Harvard Professor Discusses Experimental Course Design in Clinton School Lecture“The Internet is changing education. What are universities going to do about it?”
Harry Lewis, the Gordon McKay Professor of Computer Science in the School of Engineering and Applied Sciences at Harvard University, posed this question in his Jan. 12 lecture, “Reinventing the Classroom, Rethinking Education,” at the University of Arkansas Clinton School of Public Service.
Lewis’s lecture focused on the advent of the Internet and its effect on typical lecture halls at universities across the United States.
Lewis asserted that access to the Internet has lessened the need for teachers, because more frequently people are using the Internet as their primary resource for learning. This practice negates the “hydraulic model” for education, which describes how an instructor takes information from its source and transmits it to his or her students, Lewis said.
More universities are using digital media, such as video lectures and tutorials, to educate students, according to Lewis. He said that while he agrees digital media and the Internet are valuable tools for education, there’s still a need for social interaction among students. Lewis wanted to increase student presence and engagement during lectures. So, instead of doing what a typical professor might do, such as removing the video curriculum or issuing pop quizzes, he took a different approach and altered the way his classroom environment works.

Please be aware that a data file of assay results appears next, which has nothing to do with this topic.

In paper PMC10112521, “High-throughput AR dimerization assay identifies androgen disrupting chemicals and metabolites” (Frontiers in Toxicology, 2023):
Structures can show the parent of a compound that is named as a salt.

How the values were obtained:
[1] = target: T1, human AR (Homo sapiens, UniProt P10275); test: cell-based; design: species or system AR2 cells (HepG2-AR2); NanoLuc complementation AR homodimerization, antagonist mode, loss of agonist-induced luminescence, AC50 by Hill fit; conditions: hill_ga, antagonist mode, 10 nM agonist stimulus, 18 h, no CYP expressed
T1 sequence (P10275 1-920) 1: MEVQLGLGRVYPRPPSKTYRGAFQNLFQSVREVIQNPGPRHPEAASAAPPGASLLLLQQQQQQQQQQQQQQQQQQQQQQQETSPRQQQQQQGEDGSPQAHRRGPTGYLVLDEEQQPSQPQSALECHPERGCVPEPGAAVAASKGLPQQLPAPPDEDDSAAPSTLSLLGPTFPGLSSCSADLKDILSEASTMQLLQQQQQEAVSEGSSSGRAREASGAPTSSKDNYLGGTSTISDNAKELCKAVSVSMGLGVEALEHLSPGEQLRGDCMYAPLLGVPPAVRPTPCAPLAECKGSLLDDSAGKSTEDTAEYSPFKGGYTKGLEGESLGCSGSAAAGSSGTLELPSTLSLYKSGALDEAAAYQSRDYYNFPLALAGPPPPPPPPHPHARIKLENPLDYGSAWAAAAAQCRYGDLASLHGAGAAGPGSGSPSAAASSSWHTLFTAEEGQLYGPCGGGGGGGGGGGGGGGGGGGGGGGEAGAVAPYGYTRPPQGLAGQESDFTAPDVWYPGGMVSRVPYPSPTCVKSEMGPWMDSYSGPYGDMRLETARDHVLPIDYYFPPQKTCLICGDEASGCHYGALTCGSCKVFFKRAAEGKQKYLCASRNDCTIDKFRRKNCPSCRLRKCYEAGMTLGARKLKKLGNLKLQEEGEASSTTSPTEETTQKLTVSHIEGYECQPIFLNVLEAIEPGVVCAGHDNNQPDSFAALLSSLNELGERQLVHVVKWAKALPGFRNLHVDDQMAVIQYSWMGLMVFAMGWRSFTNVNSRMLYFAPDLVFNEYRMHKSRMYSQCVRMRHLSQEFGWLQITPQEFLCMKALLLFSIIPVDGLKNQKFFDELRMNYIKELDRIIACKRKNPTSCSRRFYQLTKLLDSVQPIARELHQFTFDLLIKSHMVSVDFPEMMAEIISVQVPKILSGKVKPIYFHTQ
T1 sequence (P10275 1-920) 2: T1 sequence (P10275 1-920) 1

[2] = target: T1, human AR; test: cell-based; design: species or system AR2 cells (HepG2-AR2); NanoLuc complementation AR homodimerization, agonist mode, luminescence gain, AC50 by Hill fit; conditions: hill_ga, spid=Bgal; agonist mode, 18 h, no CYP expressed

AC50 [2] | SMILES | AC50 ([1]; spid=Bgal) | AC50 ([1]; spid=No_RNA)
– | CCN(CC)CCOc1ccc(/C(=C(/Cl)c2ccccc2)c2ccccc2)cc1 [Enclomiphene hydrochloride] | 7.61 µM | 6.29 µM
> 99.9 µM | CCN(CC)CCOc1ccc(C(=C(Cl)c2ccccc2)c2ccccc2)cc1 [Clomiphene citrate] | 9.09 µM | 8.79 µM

Lewis developed a class called CS 20, “Discrete Mathematics for Computer Science.” Unlike other computer science courses at Harvard, where students gather in a lecture hall to listen to their professors, the environment in CS 20 allows students to spend their time in class solving problems together, thus creating a more engaging format learning environment, Lewis said. The digital media provides the lecture, and the students use classroom to discuss and apply the course topics.
Lewis admits that the course is experimental, but the results have been positive. This is true, at least, from the students’ point-of-view. Lewis read a few examples of the anonymous feedback he’s received so far. In general, the students seemed to really enjoy the environment and the problem-solving activities. Lewis said that even the negative responses were somewhat positive; one example he gave was from a student who did not like Lewis’s instruction but enjoyed the classroom environment and the teaching assistants.
Lewis says that lectures aren’t going anywhere, but the positive feedback he’s received is a result of an environment that encourages creativity, skepticism, and teamwork. Coming from a person whose high-profile students include Bill Gates and Mark Zuckerberg, it could be an experiment worth trying.
To watch Lewis’s Clinton School lecture, visit clintonschoolspeakers.com/.